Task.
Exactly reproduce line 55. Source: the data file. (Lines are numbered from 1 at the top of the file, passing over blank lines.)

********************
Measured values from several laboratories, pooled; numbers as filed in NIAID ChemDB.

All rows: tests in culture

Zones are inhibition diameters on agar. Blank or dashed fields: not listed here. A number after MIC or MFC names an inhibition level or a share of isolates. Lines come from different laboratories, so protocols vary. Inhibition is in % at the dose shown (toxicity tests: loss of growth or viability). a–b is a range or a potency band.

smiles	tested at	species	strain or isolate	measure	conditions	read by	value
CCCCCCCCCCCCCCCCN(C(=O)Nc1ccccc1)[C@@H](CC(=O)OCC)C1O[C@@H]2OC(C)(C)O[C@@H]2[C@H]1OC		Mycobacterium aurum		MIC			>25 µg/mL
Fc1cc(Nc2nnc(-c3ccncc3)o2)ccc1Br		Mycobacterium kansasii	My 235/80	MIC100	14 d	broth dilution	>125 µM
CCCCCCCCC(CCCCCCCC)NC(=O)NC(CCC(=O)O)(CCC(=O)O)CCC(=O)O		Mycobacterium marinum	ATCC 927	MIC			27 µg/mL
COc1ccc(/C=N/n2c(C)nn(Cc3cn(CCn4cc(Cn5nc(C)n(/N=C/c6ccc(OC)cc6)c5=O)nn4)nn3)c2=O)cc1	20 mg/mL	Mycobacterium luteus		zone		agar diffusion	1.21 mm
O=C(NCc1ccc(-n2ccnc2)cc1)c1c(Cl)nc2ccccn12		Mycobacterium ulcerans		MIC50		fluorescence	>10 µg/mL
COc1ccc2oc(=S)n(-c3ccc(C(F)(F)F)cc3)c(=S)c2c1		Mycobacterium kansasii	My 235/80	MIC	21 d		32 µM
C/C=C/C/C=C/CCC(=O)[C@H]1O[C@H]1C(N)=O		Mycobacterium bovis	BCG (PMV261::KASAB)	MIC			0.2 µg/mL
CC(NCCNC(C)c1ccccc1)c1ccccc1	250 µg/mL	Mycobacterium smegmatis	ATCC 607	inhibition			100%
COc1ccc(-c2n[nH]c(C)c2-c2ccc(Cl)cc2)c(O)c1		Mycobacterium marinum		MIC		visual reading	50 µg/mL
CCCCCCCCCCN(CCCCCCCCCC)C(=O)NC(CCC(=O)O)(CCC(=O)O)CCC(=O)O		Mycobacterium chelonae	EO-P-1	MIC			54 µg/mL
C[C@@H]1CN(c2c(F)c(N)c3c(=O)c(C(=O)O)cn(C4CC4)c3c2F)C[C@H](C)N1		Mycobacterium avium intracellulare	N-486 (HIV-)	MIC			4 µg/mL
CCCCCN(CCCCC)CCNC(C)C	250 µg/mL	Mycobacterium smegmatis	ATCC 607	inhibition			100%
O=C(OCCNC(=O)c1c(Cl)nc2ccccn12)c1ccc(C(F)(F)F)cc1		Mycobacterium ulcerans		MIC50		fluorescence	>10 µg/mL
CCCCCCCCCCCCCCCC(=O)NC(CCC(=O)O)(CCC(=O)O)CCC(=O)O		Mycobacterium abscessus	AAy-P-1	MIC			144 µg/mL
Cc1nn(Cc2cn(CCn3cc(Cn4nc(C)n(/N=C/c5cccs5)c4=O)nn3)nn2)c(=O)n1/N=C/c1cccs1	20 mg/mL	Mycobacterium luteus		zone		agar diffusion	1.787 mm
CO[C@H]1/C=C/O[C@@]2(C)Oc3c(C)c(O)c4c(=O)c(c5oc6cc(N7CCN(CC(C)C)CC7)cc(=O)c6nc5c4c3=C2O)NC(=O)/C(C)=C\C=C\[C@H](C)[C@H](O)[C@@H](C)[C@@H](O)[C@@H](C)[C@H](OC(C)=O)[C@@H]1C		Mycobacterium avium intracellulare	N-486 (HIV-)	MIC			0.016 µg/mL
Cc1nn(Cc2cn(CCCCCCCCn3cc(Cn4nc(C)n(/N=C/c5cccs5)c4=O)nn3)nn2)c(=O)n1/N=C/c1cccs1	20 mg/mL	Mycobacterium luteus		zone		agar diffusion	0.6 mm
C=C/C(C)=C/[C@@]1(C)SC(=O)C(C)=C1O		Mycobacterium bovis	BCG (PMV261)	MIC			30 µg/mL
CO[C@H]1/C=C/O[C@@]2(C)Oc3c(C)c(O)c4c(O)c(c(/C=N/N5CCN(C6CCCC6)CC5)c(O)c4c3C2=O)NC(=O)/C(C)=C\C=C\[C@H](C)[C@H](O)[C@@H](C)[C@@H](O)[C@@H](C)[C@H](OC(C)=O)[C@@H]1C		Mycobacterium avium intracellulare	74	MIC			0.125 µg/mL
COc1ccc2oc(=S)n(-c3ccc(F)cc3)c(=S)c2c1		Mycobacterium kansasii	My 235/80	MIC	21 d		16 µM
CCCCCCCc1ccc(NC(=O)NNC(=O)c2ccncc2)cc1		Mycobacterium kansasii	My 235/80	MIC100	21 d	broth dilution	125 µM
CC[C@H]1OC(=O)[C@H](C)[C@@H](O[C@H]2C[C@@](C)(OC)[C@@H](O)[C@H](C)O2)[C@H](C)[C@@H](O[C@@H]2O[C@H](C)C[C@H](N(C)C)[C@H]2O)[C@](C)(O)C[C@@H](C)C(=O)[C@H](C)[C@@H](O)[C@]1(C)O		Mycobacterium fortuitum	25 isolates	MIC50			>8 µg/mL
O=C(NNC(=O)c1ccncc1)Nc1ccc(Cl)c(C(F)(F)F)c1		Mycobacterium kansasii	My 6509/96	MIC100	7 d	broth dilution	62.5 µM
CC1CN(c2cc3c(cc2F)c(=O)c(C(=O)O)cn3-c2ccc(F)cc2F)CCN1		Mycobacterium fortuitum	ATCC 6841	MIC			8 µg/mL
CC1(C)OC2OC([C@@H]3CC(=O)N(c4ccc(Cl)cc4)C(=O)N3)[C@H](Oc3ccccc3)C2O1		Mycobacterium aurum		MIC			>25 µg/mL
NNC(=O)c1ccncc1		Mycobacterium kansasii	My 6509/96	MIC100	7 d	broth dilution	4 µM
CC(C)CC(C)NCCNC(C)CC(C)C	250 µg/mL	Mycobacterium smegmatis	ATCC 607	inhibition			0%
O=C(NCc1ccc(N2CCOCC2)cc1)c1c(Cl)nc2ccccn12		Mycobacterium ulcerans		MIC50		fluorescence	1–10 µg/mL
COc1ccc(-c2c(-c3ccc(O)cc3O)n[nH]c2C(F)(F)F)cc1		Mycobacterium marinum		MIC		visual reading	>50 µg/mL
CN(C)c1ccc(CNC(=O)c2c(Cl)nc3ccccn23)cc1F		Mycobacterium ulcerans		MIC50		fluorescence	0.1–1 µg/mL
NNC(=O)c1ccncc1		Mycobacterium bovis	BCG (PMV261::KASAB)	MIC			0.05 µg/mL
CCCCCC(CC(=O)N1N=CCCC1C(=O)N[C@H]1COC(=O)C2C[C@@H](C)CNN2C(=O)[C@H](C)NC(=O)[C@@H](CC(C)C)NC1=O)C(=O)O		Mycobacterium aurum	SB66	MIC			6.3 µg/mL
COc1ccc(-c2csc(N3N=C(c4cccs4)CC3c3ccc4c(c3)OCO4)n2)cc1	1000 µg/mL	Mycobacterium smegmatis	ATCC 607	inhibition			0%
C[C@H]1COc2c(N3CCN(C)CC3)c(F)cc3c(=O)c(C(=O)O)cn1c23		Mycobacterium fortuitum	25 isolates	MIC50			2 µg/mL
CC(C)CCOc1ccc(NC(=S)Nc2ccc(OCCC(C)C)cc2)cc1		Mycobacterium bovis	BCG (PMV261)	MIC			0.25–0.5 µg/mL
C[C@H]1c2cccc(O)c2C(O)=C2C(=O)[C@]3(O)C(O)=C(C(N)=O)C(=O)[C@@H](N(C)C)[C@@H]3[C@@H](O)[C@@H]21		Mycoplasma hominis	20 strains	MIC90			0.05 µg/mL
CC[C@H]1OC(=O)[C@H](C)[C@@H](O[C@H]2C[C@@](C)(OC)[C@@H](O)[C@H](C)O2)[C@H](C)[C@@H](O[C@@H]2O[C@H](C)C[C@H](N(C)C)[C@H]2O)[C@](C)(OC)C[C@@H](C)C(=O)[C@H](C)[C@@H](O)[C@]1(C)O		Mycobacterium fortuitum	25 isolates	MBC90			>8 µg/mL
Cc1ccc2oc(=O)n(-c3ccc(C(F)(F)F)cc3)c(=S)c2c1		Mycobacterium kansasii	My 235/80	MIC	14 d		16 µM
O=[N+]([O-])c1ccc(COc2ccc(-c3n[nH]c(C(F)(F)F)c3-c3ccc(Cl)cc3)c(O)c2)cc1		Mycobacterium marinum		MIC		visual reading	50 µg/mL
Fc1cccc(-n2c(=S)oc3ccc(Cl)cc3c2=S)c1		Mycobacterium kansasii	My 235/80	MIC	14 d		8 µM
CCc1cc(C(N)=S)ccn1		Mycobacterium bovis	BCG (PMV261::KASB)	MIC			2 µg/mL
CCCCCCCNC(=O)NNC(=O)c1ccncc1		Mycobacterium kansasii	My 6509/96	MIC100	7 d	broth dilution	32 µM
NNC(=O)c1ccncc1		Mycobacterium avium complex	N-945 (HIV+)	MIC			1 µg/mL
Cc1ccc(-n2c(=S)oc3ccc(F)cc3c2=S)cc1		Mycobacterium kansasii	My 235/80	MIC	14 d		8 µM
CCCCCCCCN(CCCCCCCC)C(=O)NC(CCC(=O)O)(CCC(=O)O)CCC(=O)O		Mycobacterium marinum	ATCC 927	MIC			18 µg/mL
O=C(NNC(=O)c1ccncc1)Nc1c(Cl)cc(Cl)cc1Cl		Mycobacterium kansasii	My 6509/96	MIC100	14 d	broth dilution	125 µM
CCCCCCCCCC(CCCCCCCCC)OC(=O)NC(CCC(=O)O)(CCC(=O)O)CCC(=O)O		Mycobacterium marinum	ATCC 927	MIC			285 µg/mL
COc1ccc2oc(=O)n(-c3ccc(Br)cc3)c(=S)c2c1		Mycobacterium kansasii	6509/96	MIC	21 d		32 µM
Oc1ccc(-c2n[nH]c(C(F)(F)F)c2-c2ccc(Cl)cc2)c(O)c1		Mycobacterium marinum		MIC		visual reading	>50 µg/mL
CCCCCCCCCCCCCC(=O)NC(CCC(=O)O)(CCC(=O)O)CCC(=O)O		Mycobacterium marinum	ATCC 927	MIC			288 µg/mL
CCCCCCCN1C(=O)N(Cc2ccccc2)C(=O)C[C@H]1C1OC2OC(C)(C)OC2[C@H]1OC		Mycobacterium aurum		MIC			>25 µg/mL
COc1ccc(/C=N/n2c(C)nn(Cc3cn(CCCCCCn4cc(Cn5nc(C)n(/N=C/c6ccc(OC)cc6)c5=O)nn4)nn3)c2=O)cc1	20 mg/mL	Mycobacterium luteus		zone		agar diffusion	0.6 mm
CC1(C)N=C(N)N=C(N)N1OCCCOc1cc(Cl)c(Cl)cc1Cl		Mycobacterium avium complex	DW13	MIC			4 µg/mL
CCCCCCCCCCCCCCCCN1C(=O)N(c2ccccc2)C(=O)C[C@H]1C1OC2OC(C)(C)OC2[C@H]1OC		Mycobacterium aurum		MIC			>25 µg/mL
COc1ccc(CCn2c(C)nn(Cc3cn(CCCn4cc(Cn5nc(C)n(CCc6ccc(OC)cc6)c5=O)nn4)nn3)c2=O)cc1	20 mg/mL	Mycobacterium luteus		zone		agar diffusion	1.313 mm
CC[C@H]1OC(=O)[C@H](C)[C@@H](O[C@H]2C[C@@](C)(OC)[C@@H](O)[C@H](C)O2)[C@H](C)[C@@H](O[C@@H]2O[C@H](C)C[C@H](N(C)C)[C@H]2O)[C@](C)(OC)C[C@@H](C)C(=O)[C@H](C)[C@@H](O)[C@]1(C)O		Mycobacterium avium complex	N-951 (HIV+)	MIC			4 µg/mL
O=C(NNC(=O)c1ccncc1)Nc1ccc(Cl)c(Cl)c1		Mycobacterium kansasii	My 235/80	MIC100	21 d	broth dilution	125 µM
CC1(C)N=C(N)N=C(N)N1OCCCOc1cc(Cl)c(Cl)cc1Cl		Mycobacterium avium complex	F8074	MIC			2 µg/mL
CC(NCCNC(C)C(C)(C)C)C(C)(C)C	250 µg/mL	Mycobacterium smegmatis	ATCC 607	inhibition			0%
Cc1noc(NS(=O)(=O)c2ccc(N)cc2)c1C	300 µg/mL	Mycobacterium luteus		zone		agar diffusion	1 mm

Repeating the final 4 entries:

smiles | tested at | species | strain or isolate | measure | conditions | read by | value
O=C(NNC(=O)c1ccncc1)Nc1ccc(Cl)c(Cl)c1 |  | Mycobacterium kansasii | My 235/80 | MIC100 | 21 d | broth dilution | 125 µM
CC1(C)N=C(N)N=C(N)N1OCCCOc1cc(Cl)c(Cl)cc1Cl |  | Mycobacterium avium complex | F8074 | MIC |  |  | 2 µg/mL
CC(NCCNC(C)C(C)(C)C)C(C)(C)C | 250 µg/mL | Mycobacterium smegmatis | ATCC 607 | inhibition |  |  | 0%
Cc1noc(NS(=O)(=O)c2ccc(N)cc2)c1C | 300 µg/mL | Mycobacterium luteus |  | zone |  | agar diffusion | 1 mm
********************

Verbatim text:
CCCCCCCN1C(=O)N(Cc2ccccc2)C(=O)C[C@H]1C1OC2OC(C)(C)OC2[C@H]1OC		Mycobacterium aurum		MIC			>25 µg/mL